Just take a look of the housing and commercial building project and ask yourself if you are not seeing concrete ovens in an already tropical setting. The Coverly and Valerie projects are proof positive of what those construction frauds are capable of. This outfit of bilkers and kickback conmen has no imagination for constructing a modern hotel property with a sustainable living type accommodation based on renewable energy and other green or ecologically-friendly technologies that modern and future visitors will be expecting.

    The main issue here is one of financing. Let’s get real and ask the question from whom and when would a country with already junk bond status, a massive debt burden in excess of $10 billion (excluding the UWI, Al Barrack), a poorly performing economy bereft of natural resources to be exploited and saddled with a political administration in whom no or very little investor confidence resides would be able to attract thousands of millions in loans and FDI to finance the following projects:

    As stimulus package in excess of $150 million (M) for road rehabilitation.

    A sugar processing factory based on a revitalized cane sugar industry costing in the region $500 M.
    A WTE plant costing in the region nof another $500 M.
    A wave to energy plant costing millions to construct and bring into being.
    A cruise ship terminal and a Pier head marina.
    A brand new hospital costing in excess of $1billion but to operate with less that $120 M on an annual basis.

    And now the purchase of Almond for $ 106 M and another $500 M to knockdown and build back.

    Now who is this administration trying to fool?
    Almond will end up as just another casualty like the Four Seasons project and the other 30 odd hotel properties that have bitten the dust in the last 5 years representing the collateral damage of a dying tourism industry called Brand Barbados. Unless this country cleans up its act and focus on the real issues and challenges facing Barbados’ tourism like harassment of many kinds from sexual to verbal and physical from Bridgetown to Oistins, lack of visitor attractions, unsightly garbage and filth that could be a danger to public health, run down accommodation, an overgrown with bush countryside that was once but no longer a sight for sore eyes to be hold and poor value for money right across the tourism landscape those people looking for a quick turnaround would just be spinning top in mud.

  35. Miller

    Your point about the root causes and real issues is right on.

    But as this administration is “has also committed to the purchasing and refurbishing two properties, the Almond Beach Village and the Silver Sands Hotel to help increase the room stock on the island and protect Barbadian jobs. For the record: the government does not intend to enter into the hotel management business but will seek to attract brand name chains to either manage or purchase these properties.” It says so at http://www.dlpbarbados.org/site/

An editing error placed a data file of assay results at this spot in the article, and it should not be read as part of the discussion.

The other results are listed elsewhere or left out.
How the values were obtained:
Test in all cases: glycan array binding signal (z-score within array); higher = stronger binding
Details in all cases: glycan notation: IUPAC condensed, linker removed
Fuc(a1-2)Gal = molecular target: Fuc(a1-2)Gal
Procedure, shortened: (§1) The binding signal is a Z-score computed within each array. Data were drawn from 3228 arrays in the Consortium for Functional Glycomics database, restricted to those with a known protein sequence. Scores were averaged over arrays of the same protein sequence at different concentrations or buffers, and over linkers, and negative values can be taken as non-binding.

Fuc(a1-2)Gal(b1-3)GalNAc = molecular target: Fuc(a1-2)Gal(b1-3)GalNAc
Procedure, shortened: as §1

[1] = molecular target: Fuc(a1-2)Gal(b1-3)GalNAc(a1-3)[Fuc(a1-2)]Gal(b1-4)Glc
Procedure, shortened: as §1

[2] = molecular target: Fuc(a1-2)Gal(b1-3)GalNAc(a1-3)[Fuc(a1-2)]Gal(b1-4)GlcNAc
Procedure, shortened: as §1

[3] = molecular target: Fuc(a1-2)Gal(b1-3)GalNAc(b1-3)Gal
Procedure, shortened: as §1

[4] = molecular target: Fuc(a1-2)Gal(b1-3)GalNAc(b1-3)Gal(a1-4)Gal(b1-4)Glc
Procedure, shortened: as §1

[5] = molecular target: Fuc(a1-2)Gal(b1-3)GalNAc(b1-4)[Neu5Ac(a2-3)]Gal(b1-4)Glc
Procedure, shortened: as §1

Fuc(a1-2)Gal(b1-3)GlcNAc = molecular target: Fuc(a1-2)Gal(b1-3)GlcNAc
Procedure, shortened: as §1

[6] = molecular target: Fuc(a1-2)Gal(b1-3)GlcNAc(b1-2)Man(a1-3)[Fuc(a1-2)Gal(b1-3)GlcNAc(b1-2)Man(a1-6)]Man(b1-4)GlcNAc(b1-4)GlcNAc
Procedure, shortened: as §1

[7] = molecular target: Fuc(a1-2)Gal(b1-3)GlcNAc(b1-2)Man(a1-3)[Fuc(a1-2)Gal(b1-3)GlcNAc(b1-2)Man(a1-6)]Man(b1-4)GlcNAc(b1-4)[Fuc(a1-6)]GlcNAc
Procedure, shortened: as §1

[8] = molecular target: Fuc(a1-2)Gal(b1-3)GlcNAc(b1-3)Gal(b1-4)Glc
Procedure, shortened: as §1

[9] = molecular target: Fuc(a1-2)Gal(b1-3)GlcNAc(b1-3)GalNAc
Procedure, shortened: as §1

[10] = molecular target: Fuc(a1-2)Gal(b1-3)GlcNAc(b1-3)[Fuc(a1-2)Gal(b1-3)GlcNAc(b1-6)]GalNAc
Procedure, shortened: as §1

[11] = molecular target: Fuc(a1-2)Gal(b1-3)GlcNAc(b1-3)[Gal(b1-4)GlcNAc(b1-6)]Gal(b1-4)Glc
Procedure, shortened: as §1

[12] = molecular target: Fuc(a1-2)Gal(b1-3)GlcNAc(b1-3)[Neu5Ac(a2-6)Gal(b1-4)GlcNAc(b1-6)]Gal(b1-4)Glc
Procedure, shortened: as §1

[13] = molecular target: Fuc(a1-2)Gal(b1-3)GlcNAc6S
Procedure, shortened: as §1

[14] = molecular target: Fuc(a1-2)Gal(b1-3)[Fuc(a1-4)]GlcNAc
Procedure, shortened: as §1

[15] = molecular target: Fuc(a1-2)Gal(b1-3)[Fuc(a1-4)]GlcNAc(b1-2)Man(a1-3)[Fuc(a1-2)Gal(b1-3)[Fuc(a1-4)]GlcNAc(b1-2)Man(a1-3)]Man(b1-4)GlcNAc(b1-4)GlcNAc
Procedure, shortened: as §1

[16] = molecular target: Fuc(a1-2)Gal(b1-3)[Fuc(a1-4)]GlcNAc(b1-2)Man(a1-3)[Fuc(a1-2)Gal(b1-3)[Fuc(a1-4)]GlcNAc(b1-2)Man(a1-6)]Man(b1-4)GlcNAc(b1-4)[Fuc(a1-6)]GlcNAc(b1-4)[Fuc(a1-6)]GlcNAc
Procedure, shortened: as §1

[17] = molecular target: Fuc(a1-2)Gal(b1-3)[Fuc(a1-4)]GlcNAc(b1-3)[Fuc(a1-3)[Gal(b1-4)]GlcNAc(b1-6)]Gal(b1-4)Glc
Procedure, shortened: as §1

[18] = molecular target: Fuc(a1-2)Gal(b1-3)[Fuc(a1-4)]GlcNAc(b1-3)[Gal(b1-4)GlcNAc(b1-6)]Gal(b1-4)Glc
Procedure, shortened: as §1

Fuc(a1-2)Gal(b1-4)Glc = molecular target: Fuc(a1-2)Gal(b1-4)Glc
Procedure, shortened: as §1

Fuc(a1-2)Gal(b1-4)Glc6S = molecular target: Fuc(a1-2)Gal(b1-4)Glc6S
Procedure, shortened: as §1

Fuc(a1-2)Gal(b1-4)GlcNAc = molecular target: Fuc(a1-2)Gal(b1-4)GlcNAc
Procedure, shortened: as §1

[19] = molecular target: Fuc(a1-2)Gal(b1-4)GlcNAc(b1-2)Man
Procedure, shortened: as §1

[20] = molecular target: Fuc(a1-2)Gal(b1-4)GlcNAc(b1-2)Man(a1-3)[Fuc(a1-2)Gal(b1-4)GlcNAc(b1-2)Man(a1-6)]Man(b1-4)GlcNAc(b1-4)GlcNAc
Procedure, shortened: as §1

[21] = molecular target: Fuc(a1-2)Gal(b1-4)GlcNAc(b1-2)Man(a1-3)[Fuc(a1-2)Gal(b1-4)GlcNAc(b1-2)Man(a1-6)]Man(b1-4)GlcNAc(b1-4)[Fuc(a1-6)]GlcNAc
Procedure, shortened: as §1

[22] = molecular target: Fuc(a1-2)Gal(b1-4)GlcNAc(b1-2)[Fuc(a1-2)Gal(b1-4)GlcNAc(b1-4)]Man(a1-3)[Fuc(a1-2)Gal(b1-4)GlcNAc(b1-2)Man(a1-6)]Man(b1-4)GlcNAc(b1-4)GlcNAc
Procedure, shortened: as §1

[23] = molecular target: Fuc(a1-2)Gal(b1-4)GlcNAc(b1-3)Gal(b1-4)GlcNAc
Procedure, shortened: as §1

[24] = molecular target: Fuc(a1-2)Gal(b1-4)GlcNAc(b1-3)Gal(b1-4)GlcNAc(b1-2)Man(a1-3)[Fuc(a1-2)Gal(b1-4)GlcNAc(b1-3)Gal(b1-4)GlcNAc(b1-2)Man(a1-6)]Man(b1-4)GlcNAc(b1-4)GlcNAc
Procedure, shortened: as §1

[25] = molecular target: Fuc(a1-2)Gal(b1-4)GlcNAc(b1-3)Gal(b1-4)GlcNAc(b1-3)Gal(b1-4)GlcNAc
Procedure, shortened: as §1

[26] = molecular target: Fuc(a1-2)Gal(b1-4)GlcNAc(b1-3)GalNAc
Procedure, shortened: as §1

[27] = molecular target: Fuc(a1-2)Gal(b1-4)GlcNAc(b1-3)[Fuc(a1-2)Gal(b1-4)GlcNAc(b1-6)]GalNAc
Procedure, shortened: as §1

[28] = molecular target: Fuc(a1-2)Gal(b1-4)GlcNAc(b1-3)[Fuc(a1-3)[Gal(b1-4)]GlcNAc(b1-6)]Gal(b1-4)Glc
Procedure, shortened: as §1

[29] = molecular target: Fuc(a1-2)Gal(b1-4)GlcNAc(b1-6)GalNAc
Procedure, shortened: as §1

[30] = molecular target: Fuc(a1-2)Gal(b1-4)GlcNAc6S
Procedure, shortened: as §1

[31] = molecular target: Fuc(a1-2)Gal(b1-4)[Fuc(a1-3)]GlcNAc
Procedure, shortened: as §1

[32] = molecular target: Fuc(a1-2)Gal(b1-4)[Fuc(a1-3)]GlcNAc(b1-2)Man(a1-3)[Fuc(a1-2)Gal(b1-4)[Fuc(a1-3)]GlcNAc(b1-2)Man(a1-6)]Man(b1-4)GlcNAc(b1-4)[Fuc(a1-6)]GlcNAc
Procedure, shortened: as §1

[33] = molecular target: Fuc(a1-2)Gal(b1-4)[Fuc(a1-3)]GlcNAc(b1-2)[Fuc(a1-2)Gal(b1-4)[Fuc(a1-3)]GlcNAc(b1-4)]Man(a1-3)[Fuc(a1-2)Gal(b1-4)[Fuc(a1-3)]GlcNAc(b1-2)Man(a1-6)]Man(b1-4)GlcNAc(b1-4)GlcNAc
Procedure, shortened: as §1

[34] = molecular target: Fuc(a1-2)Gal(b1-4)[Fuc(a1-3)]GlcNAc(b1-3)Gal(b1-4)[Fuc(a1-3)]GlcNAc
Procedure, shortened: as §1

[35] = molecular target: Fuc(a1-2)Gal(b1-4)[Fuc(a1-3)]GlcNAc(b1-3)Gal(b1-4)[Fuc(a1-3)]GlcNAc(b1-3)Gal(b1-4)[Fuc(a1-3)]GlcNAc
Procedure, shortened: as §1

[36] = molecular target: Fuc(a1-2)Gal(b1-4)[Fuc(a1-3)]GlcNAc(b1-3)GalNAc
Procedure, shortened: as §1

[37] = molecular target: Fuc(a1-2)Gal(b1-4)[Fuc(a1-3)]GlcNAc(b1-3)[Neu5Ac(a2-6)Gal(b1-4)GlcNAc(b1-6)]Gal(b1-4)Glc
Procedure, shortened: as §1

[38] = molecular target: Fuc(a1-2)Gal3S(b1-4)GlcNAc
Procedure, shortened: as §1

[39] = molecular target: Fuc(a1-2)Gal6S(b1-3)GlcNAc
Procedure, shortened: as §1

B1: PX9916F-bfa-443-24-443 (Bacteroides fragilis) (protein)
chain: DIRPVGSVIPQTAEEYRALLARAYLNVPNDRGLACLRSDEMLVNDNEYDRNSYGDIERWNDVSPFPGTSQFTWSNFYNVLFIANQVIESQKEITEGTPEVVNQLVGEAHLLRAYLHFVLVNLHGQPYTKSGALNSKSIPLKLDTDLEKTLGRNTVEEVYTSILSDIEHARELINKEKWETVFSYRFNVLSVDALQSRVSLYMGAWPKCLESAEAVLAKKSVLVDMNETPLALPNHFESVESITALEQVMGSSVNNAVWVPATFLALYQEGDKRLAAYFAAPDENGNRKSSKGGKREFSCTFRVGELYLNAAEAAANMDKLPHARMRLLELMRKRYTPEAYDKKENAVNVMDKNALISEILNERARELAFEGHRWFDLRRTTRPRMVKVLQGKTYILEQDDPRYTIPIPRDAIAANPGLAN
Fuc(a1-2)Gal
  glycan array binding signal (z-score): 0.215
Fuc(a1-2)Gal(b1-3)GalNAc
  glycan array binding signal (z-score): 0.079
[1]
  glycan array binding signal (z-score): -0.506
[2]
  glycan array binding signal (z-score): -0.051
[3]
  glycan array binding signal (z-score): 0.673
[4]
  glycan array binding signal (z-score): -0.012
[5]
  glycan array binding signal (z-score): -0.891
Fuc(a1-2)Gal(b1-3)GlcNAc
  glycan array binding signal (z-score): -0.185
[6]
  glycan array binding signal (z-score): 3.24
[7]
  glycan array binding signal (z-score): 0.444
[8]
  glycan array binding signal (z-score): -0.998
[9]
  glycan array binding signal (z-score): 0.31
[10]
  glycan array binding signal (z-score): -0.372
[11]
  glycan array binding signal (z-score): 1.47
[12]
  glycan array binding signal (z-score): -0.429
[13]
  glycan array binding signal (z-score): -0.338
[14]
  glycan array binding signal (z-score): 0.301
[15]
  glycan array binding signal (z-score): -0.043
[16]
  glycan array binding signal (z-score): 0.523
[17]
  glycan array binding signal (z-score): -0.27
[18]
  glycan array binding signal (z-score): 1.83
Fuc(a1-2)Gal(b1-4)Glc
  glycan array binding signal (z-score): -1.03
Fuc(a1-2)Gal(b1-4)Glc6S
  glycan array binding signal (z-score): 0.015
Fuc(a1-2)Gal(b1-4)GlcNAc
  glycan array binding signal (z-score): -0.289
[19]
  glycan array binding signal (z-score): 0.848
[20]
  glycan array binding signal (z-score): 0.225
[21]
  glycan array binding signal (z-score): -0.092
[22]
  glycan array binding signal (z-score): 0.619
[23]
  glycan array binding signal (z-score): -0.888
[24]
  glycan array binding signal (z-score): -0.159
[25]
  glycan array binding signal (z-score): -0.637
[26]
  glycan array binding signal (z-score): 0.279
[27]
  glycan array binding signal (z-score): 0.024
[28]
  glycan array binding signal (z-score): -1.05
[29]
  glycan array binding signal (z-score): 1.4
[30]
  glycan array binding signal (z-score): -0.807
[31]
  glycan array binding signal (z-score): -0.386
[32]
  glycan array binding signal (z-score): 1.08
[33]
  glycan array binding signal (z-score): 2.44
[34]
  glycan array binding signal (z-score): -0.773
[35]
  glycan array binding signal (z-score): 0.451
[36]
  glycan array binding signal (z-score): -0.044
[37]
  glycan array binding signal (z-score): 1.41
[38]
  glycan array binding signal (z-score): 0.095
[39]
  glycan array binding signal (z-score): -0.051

Given that Doyle is the only operator in Barbados to express an interest in ABV, and government apparently does not like his fractional ownership model, the only viable operator option is a brand name chain.

    The Couples chain, with four properties in Jamaica has taken over Casuarina; and will need time to digest that property and become accustomed to operating outside of Jamaica.

    Hilton and Radison have their centrally located properties, and apparently show no interest ABV.

    Other alternatives would include the Spanish/European chains that operate the hotels/resorts in Mexico, Cuba, DR and other Latin American jurisdictions that have been eating Barbados’ tourism business for twenty to thirty years, particularly from the North American market.

    So, that leaves Butch, and that is not a bad thing.

    As Sandals is a private company, we do not know if it is highly profitable; but given that he has grown Sandals/Beaches to 16 resorts in five Caribbean countries (17 in 6 countries including La Source opening in Grenada in December) in about 30 years it is reasonable to assume he is making money. That is a good thing.

    On the positive side, his properties are high-end resorts, in keeping with the image Barbados has been known for; and he has huge promotion and advertising clout.

    The downside for the Barbadian taxpayer is that Butch holds the bargaining chips. He has the power of the Sandals/Beaches brand. He knows how to run luxury resorts, knows what his costs are/will be, and has hammered out similar deals/agreements with 5 Governments. When Butch and his team of seasoned professionals sit down to negotiate the details of the agreement with the MOT, CEO of BTA, and their team of bureaucrats, Butch will definitely have the upper hand. If MOT/BTA et al try to extract more than he is prepared to pay, he can walk from Heywoods just as he walked from Paradise Beach.

    The sad reality is that Butch is calling the shots this time.